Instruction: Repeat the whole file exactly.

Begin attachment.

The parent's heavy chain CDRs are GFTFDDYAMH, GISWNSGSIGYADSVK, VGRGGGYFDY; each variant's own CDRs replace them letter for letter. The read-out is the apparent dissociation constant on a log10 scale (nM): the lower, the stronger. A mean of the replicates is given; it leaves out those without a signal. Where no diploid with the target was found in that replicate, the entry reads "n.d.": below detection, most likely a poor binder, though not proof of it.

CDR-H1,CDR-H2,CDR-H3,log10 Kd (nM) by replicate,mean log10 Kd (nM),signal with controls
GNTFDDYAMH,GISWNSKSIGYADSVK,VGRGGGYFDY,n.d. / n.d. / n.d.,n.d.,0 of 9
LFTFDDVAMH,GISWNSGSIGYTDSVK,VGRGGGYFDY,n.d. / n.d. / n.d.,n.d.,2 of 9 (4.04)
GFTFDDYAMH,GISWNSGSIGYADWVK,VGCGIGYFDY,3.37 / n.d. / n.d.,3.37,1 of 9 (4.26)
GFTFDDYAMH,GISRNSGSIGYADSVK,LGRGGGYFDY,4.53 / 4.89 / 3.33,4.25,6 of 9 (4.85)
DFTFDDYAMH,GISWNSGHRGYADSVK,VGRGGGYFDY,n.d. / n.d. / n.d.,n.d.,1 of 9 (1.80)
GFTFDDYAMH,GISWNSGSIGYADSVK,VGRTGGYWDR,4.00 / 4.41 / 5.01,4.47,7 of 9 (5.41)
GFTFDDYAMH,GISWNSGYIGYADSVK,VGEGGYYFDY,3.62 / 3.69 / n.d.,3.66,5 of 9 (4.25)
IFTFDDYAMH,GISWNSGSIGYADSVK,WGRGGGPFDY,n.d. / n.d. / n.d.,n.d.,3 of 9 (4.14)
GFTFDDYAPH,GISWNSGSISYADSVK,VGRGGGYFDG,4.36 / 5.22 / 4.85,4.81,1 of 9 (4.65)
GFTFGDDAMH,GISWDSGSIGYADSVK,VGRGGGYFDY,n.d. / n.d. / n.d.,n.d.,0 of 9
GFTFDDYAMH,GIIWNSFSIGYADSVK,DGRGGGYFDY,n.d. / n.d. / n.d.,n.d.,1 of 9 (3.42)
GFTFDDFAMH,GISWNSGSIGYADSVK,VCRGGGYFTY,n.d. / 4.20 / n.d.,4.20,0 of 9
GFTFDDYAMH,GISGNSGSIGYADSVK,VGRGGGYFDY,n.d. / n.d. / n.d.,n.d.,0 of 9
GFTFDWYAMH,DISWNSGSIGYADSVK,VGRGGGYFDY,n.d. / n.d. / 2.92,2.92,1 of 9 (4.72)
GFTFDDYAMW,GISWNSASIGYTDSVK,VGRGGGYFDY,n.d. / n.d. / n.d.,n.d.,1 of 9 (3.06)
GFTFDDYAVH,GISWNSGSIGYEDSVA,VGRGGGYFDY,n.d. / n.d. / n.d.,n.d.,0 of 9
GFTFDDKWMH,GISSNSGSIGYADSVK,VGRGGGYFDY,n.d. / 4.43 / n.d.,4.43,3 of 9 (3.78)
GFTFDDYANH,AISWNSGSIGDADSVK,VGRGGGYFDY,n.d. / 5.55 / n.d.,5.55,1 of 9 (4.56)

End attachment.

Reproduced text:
The parent's heavy chain CDRs are GFTFDDYAMH, GISWNSGSIGYADSVK, VGRGGGYFDY; each variant's own CDRs replace them letter for letter. The read-out is the apparent dissociation constant on a log10 scale (nM): the lower, the stronger. A mean of the replicates is given; it leaves out those without a signal. Where no diploid with the target was found in that replicate, the entry reads "n.d.": below detection, most likely a poor binder, though not proof of it.

CDR-H1,CDR-H2,CDR-H3,log10 Kd (nM) by replicate,mean log10 Kd (nM),signal with controls
GNTFDDYAMH,GISWNSKSIGYADSVK,VGRGGGYFDY,n.d. / n.d. / n.d.,n.d.,0 of 9
LFTFDDVAMH,GISWNSGSIGYTDSVK,VGRGGGYFDY,n.d. / n.d. / n.d.,n.d.,2 of 9 (4.04)
GFTFDDYAMH,GISWNSGSIGYADWVK,VGCGIGYFDY,3.37 / n.d. / n.d.,3.37,1 of 9 (4.26)
GFTFDDYAMH,GISRNSGSIGYADSVK,LGRGGGYFDY,4.53 / 4.89 / 3.33,4.25,6 of 9 (4.85)
DFTFDDYAMH,GISWNSGHRGYADSVK,VGRGGGYFDY,n.d. / n.d. / n.d.,n.d.,1 of 9 (1.80)
GFTFDDYAMH,GISWNSGSIGYADSVK,VGRTGGYWDR,4.00 / 4.41 / 5.01,4.47,7 of 9 (5.41)
GFTFDDYAMH,GISWNSGYIGYADSVK,VGEGGYYFDY,3.62 / 3.69 / n.d.,3.66,5 of 9 (4.25)
IFTFDDYAMH,GISWNSGSIGYADSVK,WGRGGGPFDY,n.d. / n.d. / n.d.,n.d.,3 of 9 (4.14)
GFTFDDYAPH,GISWNSGSISYADSVK,VGRGGGYFDG,4.36 / 5.22 / 4.85,4.81,1 of 9 (4.65)
GFTFGDDAMH,GISWDSGSIGYADSVK,VGRGGGYFDY,n.d. / n.d. / n.d.,n.d.,0 of 9
GFTFDDYAMH,GIIWNSFSIGYADSVK,DGRGGGYFDY,n.d. / n.d. / n.d.,n.d.,1 of 9 (3.42)
GFTFDDFAMH,GISWNSGSIGYADSVK,VCRGGGYFTY,n.d. / 4.20 / n.d.,4.20,0 of 9
GFTFDDYAMH,GISGNSGSIGYADSVK,VGRGGGYFDY,n.d. / n.d. / n.d.,n.d.,0 of 9
GFTFDWYAMH,DISWNSGSIGYADSVK,VGRGGGYFDY,n.d. / n.d. / 2.92,2.92,1 of 9 (4.72)
GFTFDDYAMW,GISWNSASIGYTDSVK,VGRGGGYFDY,n.d. / n.d. / n.d.,n.d.,1 of 9 (3.06)
GFTFDDYAVH,GISWNSGSIGYEDSVA,VGRGGGYFDY,n.d. / n.d. / n.d.,n.d.,0 of 9
GFTFDDKWMH,GISSNSGSIGYADSVK,VGRGGGYFDY,n.d. / 4.43 / n.d.,4.43,3 of 9 (3.78)
GFTFDDYANH,AISWNSGSIGDADSVK,VGRGGGYFDY,n.d. / 5.55 / n.d.,5.55,1 of 9 (4.56)